Rufina is a highly regarded sub-zone in Chianti and its best wines are a match, some more than a match, for those from Chianti Classico. This producer is one of the best and produces the wine from the area’s famous Sangiovese grape (with a touch of Canaiolo). It is aged for 12 months, some in steel but most in oak casks and barriques.

It is a startlingly light red. Cherry and berry on the nose. Fresh and juicy on the palate, quite a backbone of flavour, smooth though and easy drinking but also generously blessed with finesse. Elegant and precise and with a long finish, this Chianti Rufina is Very Highly Recommended, especially if you like the lighter styles.


Camillo Ciliegiolo Maremma Toscana (DOC)  2015, 13.5%, €18.85 64 Wine Dublin, Bradley’s of Cork, Greenman Dublin, Le Caveau Kilkenny

This is made from organically grown, forty year old Ciliegiolo vines. Ciliegiolo? I hear you ask. I asked too and confirmed it is little known with an uncertain genealogy, being either the parent or offspring of Sangiovese. 

Antonio Camillo is noted as a top grower in Maremma (an area of southern Tuscany that has been producing wines since the Etruscans) by none other than Oz Clark in Grapes and Wines.

The book, co-written with Margaret Rand, says Ciliegiolo (little cherry) “is sometimes bottled as a varietal, and it can be found as far south as Sicily and as far north as Val d’Aosta.”

The Camillo version is a bright mid-ruby in colour, the aromas a mix of cherry and berry. Refreshing ripe cherry fruit, some spice also, good acidity and persistent fine-grain tannins all in the dry finish. Good structure, very drinkable and Highly Recommended. Try, they say, with hearty dishes (stews) and hard cheeses.



Tuesday, August 14, 2018

Prime 74. Pride of Tipperary Town.


Prime 74. Pride of Tipperary Town.


Tipperary Town is serendipitously situated in the centre of a great food producing area. Not just Tipperary county itself but all the neighbours, though the county itself includes the world class cheese producers Cashel Blue. The near neighbours also include the likes of Crowe’s Pork, White Gypsy Beers and Cashel Fine Foods. And a bit further away, in the south west, nationally known producers such as Gubbeen and Skeaghanore Duck. 

You can get all these and more on your plate at Prime 74, a relatively new restaurant in Tipperary Town, less than an hour from Cork City.  Chef and owner Martin Lavelle is dedicated to seasonal and local and is doing a great job in this lovely premises at 74 Main Street (park in nearby Market Place).

We were in early for a recent lunch, just a few ahead of us, but soon the room was more or less full. And soon we would see, and taste, why. Service is friendly here. The menus were at hand as soon as we were seated and that included a list of specials which were detailed to us. And we were also told of a Duck Spring Roll that hadn’t made the list!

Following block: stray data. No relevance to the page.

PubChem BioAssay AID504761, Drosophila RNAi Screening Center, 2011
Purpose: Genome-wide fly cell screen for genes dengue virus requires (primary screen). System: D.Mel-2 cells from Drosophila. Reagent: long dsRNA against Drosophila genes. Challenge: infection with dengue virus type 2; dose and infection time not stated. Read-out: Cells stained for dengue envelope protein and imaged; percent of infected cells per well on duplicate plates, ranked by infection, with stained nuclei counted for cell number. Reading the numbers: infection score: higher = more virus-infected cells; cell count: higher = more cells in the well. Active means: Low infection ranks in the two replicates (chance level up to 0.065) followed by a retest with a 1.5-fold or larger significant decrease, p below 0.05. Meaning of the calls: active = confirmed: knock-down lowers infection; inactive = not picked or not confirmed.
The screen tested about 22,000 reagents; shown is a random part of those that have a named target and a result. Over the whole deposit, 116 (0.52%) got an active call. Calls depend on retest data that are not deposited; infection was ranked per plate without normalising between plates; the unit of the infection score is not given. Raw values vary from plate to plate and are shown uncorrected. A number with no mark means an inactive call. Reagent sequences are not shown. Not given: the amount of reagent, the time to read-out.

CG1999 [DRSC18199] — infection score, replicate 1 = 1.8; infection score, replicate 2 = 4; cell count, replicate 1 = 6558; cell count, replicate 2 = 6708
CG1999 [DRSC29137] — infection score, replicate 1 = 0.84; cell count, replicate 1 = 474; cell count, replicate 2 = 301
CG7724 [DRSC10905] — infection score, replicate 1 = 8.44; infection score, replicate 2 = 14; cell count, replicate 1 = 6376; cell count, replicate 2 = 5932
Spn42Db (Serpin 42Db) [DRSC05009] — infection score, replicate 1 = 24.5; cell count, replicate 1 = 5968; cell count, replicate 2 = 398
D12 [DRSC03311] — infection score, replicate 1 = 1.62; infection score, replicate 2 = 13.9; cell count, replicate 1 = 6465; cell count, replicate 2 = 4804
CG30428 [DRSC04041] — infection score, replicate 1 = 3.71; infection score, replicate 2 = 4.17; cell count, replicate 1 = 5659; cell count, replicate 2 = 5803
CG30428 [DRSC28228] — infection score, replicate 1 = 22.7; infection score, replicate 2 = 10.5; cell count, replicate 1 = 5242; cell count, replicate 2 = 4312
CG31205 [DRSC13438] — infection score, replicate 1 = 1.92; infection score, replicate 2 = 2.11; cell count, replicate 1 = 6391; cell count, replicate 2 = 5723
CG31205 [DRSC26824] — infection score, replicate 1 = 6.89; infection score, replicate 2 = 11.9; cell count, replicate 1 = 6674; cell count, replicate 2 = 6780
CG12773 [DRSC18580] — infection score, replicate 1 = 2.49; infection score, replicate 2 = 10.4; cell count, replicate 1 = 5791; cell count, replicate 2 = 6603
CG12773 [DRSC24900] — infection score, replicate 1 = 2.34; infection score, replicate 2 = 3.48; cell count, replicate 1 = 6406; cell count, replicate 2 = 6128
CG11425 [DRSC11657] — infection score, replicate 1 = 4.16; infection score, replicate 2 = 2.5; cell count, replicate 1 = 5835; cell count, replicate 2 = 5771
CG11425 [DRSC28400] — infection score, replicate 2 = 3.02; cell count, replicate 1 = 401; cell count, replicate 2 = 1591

The lunch menu is served from 12.00pm to 4.00pm and is a tempting list. I was looking at the Warm Chicken Harissa Salad (also available as a mains). The Red Wine Poached Pear and Cashel Blue salad was also tempting.  But, in the end, we decided to do mains and dessert.

And my mains, the Pappardelle Dexter Beef Ragu, rocket and Parmesan, came from that specials list. The beef was top notch and well cooked and the combination of flavours was amazing. A superb dish for €13.50.

And our other mains, Deep Fried Curried Fish Cake, Baby leaf Spinach, Poached Egg and Chips, was another flavoursome gem, this too fairly priced at €14.00. The curry element was nicely judged.

With the way cleared for dessert (all 5.50), I again picked from the specials and was very happy with my eye-catching Chilled Rice Pudding with Chantilly cream, strawberries, basil and spiced crisps. And happiness too at the other side as the Lemon Meringue Pie with Raspberry Sorbet and Mint was another sweet treat.

Drinks? Well they do have wine (there is a function room upstairs) and that excellent local beer by White Gypsy. Lots of soft drinks too and teas and coffees of course. We were still in the heat wave so we were looking for something cool and non-alcoholic and were more than happy to see the local Sparkling Apple Juice from the Apple Farm in Cahir. A very enjoyable drop indeed. And a very enjoyable meal indeed.


74 Main Street
Tipperary Town
 062 31388

HOURS
Sun 12:00 - 19:00
Mon Closed
Tue 10:30 - 16:00
Wed 10:30 - 16:00
Thu 10:30 - 16:00, 17:30 - 21:00
Fri 10:30 - 16:00, 17:30 - 21:00
Sat 10:30 - 16:00, 17:30 - 21:00


And since you're in Tipperary why not visit